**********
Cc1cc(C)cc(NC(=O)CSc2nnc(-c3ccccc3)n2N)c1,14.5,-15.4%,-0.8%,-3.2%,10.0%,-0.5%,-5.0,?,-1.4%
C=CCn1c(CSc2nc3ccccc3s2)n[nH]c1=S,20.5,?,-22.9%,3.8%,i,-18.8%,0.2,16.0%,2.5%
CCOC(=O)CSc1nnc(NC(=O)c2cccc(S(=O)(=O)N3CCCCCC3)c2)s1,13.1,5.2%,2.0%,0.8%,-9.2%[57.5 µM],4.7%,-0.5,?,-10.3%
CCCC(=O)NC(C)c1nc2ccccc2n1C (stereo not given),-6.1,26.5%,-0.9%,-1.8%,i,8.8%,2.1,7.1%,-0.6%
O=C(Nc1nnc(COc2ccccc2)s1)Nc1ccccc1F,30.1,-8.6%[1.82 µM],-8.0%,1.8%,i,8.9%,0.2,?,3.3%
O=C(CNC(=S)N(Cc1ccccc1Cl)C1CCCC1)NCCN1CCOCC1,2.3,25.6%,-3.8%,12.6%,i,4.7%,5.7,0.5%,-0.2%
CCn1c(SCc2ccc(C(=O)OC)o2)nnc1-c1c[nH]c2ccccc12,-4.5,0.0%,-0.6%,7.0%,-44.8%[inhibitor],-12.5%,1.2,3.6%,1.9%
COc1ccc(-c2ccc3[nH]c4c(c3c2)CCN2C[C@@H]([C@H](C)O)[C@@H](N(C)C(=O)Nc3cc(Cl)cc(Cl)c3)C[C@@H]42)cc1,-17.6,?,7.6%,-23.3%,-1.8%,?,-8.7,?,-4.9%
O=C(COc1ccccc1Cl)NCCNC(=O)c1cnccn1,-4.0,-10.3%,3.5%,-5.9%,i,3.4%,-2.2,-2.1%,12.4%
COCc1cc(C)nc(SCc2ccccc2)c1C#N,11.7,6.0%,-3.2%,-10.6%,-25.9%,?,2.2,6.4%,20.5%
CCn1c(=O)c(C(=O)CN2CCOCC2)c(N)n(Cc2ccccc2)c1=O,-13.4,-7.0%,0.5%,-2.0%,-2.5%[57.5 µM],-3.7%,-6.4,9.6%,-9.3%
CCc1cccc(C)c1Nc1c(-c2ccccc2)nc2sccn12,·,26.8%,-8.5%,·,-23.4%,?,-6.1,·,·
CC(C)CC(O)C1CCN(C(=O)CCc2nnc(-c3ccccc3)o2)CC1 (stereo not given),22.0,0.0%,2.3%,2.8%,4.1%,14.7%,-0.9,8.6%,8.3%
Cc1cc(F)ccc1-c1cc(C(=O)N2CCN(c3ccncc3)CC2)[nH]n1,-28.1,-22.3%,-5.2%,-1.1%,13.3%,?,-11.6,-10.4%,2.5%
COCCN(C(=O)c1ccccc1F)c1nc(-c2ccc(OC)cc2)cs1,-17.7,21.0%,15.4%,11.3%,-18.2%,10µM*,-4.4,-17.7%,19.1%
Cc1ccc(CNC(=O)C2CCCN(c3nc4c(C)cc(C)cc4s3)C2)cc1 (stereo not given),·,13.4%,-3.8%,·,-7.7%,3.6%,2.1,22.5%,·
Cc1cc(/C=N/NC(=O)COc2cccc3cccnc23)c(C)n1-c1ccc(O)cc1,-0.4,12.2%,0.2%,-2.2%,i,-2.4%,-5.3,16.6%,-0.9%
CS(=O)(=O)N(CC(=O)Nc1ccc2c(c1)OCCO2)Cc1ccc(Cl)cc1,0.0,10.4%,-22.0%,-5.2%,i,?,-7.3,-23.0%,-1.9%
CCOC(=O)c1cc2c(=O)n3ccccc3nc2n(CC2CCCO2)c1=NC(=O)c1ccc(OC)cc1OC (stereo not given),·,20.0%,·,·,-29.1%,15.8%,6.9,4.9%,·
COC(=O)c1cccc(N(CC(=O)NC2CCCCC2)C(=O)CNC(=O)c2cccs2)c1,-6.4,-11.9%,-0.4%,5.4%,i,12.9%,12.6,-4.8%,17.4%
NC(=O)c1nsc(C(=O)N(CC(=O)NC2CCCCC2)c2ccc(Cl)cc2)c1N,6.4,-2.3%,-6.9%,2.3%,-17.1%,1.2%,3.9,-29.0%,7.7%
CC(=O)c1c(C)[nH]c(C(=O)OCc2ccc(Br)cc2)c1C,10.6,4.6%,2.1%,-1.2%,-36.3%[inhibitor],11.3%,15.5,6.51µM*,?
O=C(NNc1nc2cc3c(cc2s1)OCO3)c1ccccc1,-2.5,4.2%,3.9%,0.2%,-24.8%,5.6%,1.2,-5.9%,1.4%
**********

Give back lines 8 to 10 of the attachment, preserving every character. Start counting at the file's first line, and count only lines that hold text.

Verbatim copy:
COc1ccc(-c2ccc3[nH]c4c(c3c2)CCN2C[C@@H]([C@H](C)O)[C@@H](N(C)C(=O)Nc3cc(Cl)cc(Cl)c3)C[C@@H]42)cc1,-17.6,?,7.6%,-23.3%,-1.8%,?,-8.7,?,-4.9%
O=C(COc1ccccc1Cl)NCCNC(=O)c1cnccn1,-4.0,-10.3%,3.5%,-5.9%,i,3.4%,-2.2,-2.1%,12.4%
COCc1cc(C)nc(SCc2ccccc2)c1C#N,11.7,6.0%,-3.2%,-10.6%,-25.9%,?,2.2,6.4%,20.5%